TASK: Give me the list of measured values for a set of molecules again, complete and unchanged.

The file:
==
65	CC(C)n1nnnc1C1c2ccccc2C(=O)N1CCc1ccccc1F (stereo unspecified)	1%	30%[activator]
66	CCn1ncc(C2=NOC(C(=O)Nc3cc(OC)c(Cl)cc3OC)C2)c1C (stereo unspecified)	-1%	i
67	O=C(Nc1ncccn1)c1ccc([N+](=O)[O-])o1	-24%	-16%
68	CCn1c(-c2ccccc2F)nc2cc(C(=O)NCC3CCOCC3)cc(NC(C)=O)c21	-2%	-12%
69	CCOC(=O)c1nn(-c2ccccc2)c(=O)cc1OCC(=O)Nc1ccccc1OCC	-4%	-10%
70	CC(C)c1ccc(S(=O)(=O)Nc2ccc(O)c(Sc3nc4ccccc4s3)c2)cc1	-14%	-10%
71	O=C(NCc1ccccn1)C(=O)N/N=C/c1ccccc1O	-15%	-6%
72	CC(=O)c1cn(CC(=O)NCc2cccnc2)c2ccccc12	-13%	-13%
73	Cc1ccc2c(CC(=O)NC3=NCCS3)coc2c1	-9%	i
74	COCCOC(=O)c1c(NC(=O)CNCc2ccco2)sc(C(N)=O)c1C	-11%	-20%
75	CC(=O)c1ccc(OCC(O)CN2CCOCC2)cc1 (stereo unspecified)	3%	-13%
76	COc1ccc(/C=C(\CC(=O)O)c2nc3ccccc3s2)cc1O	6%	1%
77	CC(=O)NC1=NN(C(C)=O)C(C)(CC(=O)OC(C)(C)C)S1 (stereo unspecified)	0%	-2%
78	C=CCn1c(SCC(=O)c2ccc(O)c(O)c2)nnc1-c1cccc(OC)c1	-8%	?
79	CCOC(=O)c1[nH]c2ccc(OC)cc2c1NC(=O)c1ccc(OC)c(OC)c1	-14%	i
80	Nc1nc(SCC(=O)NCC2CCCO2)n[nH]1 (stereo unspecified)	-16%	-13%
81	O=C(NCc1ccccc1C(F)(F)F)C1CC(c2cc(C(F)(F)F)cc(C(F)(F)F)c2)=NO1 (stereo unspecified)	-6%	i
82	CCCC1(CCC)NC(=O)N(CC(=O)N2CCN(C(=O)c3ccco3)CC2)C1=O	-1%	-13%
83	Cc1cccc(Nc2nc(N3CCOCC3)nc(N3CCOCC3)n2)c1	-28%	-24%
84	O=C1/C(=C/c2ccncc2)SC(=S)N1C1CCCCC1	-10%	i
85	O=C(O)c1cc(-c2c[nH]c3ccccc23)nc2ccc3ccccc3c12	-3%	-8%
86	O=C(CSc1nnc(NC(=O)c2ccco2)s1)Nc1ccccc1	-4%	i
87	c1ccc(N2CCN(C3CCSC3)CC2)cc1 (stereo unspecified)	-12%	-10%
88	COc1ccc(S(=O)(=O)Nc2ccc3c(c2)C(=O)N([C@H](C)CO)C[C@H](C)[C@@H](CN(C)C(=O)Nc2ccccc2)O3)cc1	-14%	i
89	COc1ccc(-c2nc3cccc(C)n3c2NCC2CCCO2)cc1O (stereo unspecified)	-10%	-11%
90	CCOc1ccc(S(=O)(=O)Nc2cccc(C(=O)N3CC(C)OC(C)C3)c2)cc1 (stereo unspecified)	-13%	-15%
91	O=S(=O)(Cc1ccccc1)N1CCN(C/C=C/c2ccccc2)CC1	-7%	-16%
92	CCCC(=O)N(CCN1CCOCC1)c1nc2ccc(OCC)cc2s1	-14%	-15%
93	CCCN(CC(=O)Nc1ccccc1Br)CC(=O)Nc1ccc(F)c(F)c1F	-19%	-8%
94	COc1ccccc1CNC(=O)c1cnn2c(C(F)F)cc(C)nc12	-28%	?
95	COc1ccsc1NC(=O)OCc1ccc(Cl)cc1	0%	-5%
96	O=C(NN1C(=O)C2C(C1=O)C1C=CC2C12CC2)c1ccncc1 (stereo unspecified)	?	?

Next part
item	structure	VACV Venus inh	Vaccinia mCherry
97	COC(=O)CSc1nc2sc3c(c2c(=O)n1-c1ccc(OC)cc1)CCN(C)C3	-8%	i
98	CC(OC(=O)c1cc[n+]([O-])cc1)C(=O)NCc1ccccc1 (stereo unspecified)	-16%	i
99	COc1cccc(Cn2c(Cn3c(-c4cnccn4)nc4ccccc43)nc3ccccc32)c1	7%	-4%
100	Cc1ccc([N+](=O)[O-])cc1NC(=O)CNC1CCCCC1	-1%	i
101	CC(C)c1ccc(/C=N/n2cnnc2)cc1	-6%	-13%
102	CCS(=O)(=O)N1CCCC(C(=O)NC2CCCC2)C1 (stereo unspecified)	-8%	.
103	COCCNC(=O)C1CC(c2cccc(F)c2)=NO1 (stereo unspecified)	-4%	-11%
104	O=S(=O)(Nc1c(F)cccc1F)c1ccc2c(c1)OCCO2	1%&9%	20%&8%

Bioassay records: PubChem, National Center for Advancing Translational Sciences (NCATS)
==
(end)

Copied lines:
65	CC(C)n1nnnc1C1c2ccccc2C(=O)N1CCc1ccccc1F (stereo unspecified)	1%	30%[activator]
66	CCn1ncc(C2=NOC(C(=O)Nc3cc(OC)c(Cl)cc3OC)C2)c1C (stereo unspecified)	-1%	i
67	O=C(Nc1ncccn1)c1ccc([N+](=O)[O-])o1	-24%	-16%
68	CCn1c(-c2ccccc2F)nc2cc(C(=O)NCC3CCOCC3)cc(NC(C)=O)c21	-2%	-12%
69	CCOC(=O)c1nn(-c2ccccc2)c(=O)cc1OCC(=O)Nc1ccccc1OCC	-4%	-10%
70	CC(C)c1ccc(S(=O)(=O)Nc2ccc(O)c(Sc3nc4ccccc4s3)c2)cc1	-14%	-10%
71	O=C(NCc1ccccn1)C(=O)N/N=C/c1ccccc1O	-15%	-6%
72	CC(=O)c1cn(CC(=O)NCc2cccnc2)c2ccccc12	-13%	-13%
73	Cc1ccc2c(CC(=O)NC3=NCCS3)coc2c1	-9%	i
74	COCCOC(=O)c1c(NC(=O)CNCc2ccco2)sc(C(N)=O)c1C	-11%	-20%
75	CC(=O)c1ccc(OCC(O)CN2CCOCC2)cc1 (stereo unspecified)	3%	-13%
76	COc1ccc(/C=C(\CC(=O)O)c2nc3ccccc3s2)cc1O	6%	1%
77	CC(=O)NC1=NN(C(C)=O)C(C)(CC(=O)OC(C)(C)C)S1 (stereo unspecified)	0%	-2%
78	C=CCn1c(SCC(=O)c2ccc(O)c(O)c2)nnc1-c1cccc(OC)c1	-8%	?
79	CCOC(=O)c1[nH]c2ccc(OC)cc2c1NC(=O)c1ccc(OC)c(OC)c1	-14%	i
80	Nc1nc(SCC(=O)NCC2CCCO2)n[nH]1 (stereo unspecified)	-16%	-13%
81	O=C(NCc1ccccc1C(F)(F)F)C1CC(c2cc(C(F)(F)F)cc(C(F)(F)F)c2)=NO1 (stereo unspecified)	-6%	i
82	CCCC1(CCC)NC(=O)N(CC(=O)N2CCN(C(=O)c3ccco3)CC2)C1=O	-1%	-13%
83	Cc1cccc(Nc2nc(N3CCOCC3)nc(N3CCOCC3)n2)c1	-28%	-24%
84	O=C1/C(=C/c2ccncc2)SC(=S)N1C1CCCCC1	-10%	i
85	O=C(O)c1cc(-c2c[nH]c3ccccc23)nc2ccc3ccccc3c12	-3%	-8%
86	O=C(CSc1nnc(NC(=O)c2ccco2)s1)Nc1ccccc1	-4%	i
87	c1ccc(N2CCN(C3CCSC3)CC2)cc1 (stereo unspecified)	-12%	-10%
88	COc1ccc(S(=O)(=O)Nc2ccc3c(c2)C(=O)N([C@H](C)CO)C[C@H](C)[C@@H](CN(C)C(=O)Nc2ccccc2)O3)cc1	-14%	i
89	COc1ccc(-c2nc3cccc(C)n3c2NCC2CCCO2)cc1O (stereo unspecified)	-10%	-11%
90	CCOc1ccc(S(=O)(=O)Nc2cccc(C(=O)N3CC(C)OC(C)C3)c2)cc1 (stereo unspecified)	-13%	-15%
91	O=S(=O)(Cc1ccccc1)N1CCN(C/C=C/c2ccccc2)CC1	-7%	-16%
92	CCCC(=O)N(CCN1CCOCC1)c1nc2ccc(OCC)cc2s1	-14%	-15%
93	CCCN(CC(=O)Nc1ccccc1Br)CC(=O)Nc1ccc(F)c(F)c1F	-19%	-8%
94	COc1ccccc1CNC(=O)c1cnn2c(C(F)F)cc(C)nc12	-28%	?
95	COc1ccsc1NC(=O)OCc1ccc(Cl)cc1	0%	-5%
96	O=C(NN1C(=O)C2C(C1=O)C1C=CC2C12CC2)c1ccncc1 (stereo unspecified)	?	?

Next part
item	structure	VACV Venus inh	Vaccinia mCherry
97	COC(=O)CSc1nc2sc3c(c2c(=O)n1-c1ccc(OC)cc1)CCN(C)C3	-8%	i
98	CC(OC(=O)c1cc[n+]([O-])cc1)C(=O)NCc1ccccc1 (stereo unspecified)	-16%	i
99	COc1cccc(Cn2c(Cn3c(-c4cnccn4)nc4ccccc43)nc3ccccc32)c1	7%	-4%
100	Cc1ccc([N+](=O)[O-])cc1NC(=O)CNC1CCCCC1	-1%	i
101	CC(C)c1ccc(/C=N/n2cnnc2)cc1	-6%	-13%
102	CCS(=O)(=O)N1CCCC(C(=O)NC2CCCC2)C1 (stereo unspecified)	-8%	.
103	COCCNC(=O)C1CC(c2cccc(F)c2)=NO1 (stereo unspecified)	-4%	-11%
104	O=S(=O)(Nc1c(F)cccc1F)c1ccc2c(c1)OCCO2	1%&9%	20%&8%

Bioassay records: PubChem, National Center for Advancing Translational Sciences (NCATS)